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Thread: Fluid Bed vs Oven ( behmor) pros & cons

  1. #1
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    Fluid Bed vs Oven ( behmor) pros & cons

    Gene Cafe Coffee Roaster $850 - Free Beans Free Freight
    Can you seasoned roasters out there provide feedback on Fluid Bed roasting approx 1 kg and an Over type roaster . Which is more even ?

    Thanks

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    CoffeeSnobs Owner Andy's Avatar
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    Even?

    Colour evenness the fluid bed is usually better
    ...but taste...
    drum wins every time. More body and more flavour depth in the result, fluid bed roasts are nearly always "soft".
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    Any clue as to why?

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    Quote Originally Posted by MrJack View Post
    Any clue as to why?
    Yes- convection only roasts are not the same as roasts which incorporate a proportion of conduction.

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    Senior Member deegee's Avatar
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    Quote Originally Posted by Talk_Coffee View Post
    Yes- convection only roasts are not the same as roasts which incorporate a proportion of conduction.
    This may be the "how", but like Mr.Jack, I am interested in "why" a convection roast is different.
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    I'm assuming it's related to moisture content, but was curious if anyone knew.

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    Quote Originally Posted by Talk_Coffee View Post
    Yes- convection only roasts are not the same as roasts which incorporate a proportion of conduction.
    It's not really clear to me why conduction would be inherently different. The inside of a bean is influenced only by the bean surface conditions - assuming they were the same, the mode of heat transfer is not relevant.

    So, what I would love to know is what is the difference in bean surface condition (between drum and fluid bed roaster)? Perhaps it is simply a matter of changing the operating conditions in a fluid bed roaster?

    Perhaps "evenness" itself is the problem...

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    I would imagine that air velocity has a lot to do with it. In a fluid bed roaster the air is moving a hell of a lot faster which would lead to a far faster drying phase as the moisture is literally stripped out of the beans far more efficiently than it would be in a conventional drum roaster. Kitchen ovens demonstrate this as recipes always call for shorter baking or roasting times in fan forced ovens. And... a quicker drying phase, shorter roasting time and, most likely, lower moisture content will ultimately result in roast (and flavour) profiles quite different to those from drum roasters.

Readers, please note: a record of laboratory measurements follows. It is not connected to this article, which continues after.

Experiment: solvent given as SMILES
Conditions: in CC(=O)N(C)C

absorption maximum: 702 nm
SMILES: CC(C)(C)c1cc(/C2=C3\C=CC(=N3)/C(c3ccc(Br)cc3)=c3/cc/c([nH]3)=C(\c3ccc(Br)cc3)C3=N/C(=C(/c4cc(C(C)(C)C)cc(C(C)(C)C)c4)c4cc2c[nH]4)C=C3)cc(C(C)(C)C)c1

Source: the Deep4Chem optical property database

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    Hi Andy. Can you clarify "soft"? I am interested in the Behmor , but I am going through the "create my own home made roaster" phase

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    Senior Member deegee's Avatar
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    " Perhaps "evenness" itself is the problem..."

    " And... a quicker drying phase, shorter roasting time and, most likely, lower moisture content will ultimately result in roast (and flavour) profiles quite different to those from drum roasters "

    I once stretched out a roast to over 20 minutes in one of my Frankenpoppers, with a slow ramp up, much as Matt and Mal do in their corretto's. As I recall, it was very even, but it was the worst result I had from that bean.
    My palate lacks the ability to describe it better, but flat, lifeless, bland, are all terms that spring to mind. I needed no further convincing that hot air roasts need to be kept shorter than most other methods.

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    Never used a "longer" profile with any of my Poppers, for the very reasons you discovered "deegee"...
    Found that the optimum roast duration was between 10-11 minutes for 95% of all the beans I tried.
    There's a lot of sense in what "Vinitasse" outlined above, in my opinion...

    Mal.
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    Quote Originally Posted by Vinitasse View Post
    I would imagine that air velocity has a lot to do with it. In a fluid bed roaster the air is moving a hell of a lot faster which would lead to a far faster drying phase as the moisture is literally stripped out of the beans far more efficiently than it would be in a conventional drum roaster. Kitchen ovens demonstrate this as recipes always call for shorter baking or roasting times in fan forced ovens. And... a quicker drying phase, shorter roasting time and, most likely, lower moisture content will ultimately result in roast (and flavour) profiles quite different to those from drum roasters.
    This is pretty much in line with what I suspect. In theory, it would be possible to compensate by control of humidity and temperature...

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    My experience with convection roasters leads me to agree with Andy. They produce a softer flavour, though I sometimes countered this with blending in some dark roasted Ethiopian beans.

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    Senior Member FineGrind's Avatar